Roerich said he was destined, according to one of his Masters, to become the fifth Dalai Lama and founder of a kingdom uniting the lands of Central Asia. This “Sacred Union of the East” would be based on cooperative labor, said history professor and Roerich scholar Andrei Znamenski in an interview with WSR. Znamenski, who teaches at the University of Memphis, is the author of “Red Shambhala: Magic, Prophecy, and Geopolitics in the Heart of Asia.” Roerich’s ideas, though esoteric, “were very much in line with the utopian idealism of the postwar world,” he said.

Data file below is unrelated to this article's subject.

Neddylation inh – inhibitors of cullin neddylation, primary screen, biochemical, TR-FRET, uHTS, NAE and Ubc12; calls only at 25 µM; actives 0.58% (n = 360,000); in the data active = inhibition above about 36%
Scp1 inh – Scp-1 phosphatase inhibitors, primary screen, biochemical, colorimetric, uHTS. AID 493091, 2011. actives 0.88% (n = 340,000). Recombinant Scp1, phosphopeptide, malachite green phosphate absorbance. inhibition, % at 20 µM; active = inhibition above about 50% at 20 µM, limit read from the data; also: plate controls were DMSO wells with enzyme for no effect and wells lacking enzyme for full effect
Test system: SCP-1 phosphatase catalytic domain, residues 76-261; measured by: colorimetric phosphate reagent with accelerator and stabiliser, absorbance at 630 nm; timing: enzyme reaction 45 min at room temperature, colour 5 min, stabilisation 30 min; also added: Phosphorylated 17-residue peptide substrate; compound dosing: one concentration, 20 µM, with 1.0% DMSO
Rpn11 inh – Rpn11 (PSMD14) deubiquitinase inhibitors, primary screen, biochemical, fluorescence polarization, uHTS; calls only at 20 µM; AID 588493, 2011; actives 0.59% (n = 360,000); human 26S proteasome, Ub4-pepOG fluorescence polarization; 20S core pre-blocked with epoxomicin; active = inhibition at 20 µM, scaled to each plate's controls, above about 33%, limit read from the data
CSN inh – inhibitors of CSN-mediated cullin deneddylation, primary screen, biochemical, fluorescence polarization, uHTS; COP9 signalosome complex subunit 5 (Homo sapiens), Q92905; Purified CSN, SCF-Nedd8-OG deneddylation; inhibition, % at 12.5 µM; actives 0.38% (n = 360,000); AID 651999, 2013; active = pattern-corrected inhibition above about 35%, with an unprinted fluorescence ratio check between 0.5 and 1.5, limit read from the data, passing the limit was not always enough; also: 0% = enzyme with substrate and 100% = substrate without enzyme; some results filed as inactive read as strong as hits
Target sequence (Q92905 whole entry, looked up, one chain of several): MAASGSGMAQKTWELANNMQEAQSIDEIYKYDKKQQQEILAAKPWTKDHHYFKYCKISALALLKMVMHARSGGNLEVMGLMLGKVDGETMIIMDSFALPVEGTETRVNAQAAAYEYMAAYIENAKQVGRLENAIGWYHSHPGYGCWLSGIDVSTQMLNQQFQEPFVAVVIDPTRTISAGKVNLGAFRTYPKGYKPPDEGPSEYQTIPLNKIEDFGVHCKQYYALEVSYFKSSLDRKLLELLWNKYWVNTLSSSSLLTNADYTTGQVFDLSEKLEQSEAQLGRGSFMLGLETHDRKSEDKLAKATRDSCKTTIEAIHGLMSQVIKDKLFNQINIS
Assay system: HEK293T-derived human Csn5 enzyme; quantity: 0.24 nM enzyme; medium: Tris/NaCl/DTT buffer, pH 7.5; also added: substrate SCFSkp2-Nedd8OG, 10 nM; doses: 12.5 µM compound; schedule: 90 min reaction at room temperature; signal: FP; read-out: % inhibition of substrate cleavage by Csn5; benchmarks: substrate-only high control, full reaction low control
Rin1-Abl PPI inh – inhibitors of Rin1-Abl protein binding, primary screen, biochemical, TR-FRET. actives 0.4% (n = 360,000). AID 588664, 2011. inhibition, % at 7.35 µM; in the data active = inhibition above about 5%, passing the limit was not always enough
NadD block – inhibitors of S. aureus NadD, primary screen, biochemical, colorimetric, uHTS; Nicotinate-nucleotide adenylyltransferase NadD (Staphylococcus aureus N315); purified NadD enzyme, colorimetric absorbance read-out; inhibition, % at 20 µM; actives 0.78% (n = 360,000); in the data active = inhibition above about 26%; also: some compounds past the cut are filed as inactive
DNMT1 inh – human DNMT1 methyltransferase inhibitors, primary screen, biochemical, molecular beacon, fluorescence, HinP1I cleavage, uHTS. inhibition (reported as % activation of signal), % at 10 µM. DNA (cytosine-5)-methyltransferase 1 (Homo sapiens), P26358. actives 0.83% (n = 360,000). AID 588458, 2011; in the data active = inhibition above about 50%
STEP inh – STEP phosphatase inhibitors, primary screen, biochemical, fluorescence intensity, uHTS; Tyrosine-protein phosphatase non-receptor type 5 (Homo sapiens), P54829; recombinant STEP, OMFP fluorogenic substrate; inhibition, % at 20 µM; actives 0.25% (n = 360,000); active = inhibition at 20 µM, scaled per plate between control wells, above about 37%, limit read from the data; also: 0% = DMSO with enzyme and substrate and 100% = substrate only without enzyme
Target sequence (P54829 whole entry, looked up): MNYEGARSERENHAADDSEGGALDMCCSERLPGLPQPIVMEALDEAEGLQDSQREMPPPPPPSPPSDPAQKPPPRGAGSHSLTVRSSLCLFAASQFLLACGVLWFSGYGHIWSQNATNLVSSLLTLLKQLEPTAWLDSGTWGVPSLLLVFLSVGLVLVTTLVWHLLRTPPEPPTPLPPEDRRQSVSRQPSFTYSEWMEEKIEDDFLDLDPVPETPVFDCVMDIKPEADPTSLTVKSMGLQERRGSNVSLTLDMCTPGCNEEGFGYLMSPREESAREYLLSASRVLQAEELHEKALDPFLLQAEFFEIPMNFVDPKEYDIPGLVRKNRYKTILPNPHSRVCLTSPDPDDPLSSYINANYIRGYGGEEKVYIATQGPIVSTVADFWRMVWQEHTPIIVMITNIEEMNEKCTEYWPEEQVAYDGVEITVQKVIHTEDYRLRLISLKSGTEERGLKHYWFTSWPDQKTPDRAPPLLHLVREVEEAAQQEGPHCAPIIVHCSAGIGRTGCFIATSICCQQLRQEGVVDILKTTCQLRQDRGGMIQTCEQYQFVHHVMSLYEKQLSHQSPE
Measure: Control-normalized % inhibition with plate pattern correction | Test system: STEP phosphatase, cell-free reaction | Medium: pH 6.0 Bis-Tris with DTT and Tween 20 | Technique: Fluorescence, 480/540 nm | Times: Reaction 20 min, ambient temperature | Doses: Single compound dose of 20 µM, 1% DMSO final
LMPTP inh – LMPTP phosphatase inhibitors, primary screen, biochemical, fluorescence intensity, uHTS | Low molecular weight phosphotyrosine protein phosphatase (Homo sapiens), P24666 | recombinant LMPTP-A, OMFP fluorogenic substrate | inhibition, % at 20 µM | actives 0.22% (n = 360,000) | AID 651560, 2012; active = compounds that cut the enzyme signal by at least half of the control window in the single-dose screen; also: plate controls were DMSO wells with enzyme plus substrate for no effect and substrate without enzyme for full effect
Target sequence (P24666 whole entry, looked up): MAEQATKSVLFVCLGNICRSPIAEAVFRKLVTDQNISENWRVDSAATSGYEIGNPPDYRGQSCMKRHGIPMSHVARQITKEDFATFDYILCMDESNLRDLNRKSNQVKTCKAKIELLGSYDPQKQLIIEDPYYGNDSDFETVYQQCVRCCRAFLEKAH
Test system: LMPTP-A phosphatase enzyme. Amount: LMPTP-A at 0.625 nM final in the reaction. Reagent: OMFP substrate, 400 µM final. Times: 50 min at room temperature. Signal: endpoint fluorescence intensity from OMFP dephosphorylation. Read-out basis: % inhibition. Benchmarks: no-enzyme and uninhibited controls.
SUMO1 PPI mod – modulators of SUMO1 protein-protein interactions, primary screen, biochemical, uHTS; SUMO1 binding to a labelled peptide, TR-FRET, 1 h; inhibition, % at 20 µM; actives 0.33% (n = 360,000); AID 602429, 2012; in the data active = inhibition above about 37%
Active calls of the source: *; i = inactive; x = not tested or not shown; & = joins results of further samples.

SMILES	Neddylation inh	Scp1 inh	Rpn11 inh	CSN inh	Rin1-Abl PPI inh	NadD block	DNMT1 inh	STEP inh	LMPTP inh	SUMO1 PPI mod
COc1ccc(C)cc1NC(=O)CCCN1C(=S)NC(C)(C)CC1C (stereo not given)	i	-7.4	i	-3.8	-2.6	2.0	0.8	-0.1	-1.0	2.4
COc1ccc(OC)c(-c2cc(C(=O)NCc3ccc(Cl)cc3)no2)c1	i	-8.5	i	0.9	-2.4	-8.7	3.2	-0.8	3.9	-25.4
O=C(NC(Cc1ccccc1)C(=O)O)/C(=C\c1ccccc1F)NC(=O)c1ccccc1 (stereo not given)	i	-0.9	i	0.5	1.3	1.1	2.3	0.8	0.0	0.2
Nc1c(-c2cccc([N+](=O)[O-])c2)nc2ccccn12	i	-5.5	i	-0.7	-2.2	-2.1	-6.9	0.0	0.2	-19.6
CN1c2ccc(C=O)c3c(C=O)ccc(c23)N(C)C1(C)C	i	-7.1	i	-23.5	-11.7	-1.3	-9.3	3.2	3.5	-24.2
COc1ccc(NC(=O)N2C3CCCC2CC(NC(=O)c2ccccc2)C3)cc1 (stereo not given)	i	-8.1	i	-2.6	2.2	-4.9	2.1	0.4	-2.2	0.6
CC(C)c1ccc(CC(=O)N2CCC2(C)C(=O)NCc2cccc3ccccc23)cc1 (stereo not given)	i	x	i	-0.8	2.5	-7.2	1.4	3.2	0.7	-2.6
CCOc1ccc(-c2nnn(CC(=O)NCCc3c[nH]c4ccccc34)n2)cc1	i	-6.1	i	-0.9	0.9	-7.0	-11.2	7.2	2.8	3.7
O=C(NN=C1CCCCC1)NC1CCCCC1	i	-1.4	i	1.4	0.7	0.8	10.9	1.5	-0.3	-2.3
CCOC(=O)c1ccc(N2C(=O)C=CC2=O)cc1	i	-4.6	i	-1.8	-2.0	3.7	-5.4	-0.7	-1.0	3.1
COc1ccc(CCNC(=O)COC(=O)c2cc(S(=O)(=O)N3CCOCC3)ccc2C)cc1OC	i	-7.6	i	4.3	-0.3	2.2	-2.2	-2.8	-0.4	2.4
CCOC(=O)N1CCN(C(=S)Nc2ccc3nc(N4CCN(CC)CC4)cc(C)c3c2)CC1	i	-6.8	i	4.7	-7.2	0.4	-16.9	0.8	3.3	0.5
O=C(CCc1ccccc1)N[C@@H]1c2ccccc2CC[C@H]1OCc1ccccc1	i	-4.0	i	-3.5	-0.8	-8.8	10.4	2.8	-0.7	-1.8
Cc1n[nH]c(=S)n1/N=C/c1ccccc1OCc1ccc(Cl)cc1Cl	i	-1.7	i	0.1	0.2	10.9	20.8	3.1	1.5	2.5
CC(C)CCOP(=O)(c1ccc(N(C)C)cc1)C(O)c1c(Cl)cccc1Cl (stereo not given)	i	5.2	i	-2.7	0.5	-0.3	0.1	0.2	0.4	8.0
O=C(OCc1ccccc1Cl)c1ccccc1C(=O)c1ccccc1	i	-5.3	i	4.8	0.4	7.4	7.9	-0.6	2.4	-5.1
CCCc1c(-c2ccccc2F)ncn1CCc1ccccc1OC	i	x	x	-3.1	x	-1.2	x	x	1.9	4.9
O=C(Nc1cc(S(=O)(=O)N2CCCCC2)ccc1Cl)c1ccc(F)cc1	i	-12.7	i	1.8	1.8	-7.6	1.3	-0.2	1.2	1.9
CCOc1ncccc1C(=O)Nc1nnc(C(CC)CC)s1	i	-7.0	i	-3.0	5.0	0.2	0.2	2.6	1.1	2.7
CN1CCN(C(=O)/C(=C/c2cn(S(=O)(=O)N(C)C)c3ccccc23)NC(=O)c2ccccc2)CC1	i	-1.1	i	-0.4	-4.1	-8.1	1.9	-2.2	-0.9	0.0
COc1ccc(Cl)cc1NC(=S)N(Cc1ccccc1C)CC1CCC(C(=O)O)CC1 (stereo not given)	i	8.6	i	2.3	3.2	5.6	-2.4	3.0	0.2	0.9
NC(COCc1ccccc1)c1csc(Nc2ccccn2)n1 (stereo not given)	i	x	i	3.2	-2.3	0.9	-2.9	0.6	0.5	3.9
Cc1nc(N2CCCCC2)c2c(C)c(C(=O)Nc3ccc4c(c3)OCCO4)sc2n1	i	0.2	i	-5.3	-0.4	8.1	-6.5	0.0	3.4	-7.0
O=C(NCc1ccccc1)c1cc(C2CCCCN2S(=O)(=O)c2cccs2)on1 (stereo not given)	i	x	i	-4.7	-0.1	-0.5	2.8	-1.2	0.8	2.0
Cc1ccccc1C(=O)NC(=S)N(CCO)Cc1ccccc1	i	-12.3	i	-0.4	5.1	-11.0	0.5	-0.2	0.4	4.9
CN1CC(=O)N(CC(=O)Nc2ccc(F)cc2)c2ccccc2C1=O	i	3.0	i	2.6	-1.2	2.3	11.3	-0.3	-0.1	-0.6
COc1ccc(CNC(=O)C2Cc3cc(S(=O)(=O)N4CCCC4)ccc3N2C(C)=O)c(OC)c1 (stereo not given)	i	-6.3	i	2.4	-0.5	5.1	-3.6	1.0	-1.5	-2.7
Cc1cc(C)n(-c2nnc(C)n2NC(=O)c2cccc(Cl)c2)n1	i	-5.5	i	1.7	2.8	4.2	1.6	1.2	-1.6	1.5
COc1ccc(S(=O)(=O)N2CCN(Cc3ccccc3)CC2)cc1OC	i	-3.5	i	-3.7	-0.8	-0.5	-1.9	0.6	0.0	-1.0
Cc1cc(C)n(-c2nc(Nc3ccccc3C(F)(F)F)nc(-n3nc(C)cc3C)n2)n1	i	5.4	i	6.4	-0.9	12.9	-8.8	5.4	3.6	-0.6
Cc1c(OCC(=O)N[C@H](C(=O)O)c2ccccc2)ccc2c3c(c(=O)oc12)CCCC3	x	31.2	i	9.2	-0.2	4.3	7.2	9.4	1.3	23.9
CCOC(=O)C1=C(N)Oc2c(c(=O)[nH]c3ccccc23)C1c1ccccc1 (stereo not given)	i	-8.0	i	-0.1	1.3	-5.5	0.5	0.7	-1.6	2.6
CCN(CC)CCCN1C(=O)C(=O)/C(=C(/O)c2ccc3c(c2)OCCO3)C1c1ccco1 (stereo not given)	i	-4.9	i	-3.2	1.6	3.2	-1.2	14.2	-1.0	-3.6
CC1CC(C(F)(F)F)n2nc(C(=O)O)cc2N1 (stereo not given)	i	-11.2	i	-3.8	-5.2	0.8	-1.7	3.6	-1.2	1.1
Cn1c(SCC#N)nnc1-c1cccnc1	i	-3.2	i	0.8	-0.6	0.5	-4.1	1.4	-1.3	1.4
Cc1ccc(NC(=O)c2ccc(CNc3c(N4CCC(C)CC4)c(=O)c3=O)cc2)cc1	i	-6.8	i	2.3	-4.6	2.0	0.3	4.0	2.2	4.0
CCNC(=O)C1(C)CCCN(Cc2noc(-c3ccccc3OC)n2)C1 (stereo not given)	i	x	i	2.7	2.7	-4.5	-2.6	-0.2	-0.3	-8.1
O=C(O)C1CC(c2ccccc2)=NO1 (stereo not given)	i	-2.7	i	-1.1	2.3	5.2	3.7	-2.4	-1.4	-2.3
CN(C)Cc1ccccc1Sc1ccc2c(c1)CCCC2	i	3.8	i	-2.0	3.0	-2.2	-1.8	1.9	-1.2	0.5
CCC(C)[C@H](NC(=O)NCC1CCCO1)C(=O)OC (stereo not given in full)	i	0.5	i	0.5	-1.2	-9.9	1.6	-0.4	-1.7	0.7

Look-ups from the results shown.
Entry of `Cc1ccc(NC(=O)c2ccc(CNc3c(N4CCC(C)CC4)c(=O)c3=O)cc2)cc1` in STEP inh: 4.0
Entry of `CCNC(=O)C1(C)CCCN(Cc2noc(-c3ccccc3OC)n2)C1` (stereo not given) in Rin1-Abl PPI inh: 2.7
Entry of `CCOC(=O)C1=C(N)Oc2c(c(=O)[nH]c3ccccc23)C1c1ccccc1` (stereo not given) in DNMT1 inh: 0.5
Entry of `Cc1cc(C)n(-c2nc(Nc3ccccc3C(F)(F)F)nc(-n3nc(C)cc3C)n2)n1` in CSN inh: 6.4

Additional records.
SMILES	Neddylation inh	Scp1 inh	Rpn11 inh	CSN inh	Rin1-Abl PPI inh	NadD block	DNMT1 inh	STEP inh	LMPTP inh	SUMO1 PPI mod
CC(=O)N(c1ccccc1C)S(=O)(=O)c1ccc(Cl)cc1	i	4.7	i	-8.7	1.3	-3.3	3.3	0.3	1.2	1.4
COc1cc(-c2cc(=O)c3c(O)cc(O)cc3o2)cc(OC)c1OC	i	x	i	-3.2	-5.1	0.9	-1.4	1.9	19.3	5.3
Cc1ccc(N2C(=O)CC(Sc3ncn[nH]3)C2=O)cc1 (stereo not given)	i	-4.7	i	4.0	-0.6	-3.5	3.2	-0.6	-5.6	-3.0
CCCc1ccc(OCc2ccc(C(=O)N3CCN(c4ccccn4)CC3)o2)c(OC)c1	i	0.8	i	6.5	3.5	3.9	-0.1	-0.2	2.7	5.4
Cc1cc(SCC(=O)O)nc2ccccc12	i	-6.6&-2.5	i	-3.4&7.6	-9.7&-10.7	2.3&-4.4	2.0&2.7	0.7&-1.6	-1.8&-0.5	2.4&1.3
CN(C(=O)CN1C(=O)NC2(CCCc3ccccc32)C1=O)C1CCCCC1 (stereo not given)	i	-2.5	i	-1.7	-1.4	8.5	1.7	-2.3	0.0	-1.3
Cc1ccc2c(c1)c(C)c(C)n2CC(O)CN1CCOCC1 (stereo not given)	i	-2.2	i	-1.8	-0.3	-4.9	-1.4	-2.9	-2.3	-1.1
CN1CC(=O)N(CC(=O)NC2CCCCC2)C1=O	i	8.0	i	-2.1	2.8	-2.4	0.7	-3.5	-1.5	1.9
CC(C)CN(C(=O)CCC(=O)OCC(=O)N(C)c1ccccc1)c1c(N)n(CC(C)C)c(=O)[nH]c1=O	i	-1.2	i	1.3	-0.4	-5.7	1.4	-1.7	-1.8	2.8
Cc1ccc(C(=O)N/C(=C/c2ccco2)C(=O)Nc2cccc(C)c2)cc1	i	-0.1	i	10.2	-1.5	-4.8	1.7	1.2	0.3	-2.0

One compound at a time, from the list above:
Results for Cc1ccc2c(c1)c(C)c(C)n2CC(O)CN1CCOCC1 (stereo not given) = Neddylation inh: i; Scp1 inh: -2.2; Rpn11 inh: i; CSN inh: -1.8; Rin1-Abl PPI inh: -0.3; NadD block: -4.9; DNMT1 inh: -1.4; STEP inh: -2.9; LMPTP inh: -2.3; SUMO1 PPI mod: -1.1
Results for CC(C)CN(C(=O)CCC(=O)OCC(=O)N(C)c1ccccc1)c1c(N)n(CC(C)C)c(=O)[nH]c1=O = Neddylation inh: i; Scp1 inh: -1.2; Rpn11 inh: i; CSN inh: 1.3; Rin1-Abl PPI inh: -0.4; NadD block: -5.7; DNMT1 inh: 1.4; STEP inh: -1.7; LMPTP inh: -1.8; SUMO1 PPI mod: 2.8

Those ideas apparently mesmerized some of America’s most influential people when Nicholas and Helena arrived in New York in 1920 (they left Russia after the Bolshevik Revolution). Roerich persuaded financier Louis Horch to back a five-year expedition of discovery to India, Mongolia, Tibet, and Siberia. While he did make archaeological finds, he was mainly focused on creating his utopian realm, calling up Mongol-Tibetan prophecies to rally supporters. At one point he sought help from the Bolsheviks (they refused), sparking speculation that he was a Soviet spy.
Back in New York, Horch built an Art Deco skyscraper at 103rd Street and Riverside Drive for the Roerichs’ Master Institute of United Arts. Completed in 1929, it offered art classes, displayed Roerich’s art and included artists’ apartments and a theater. (It is now the Master Apartments).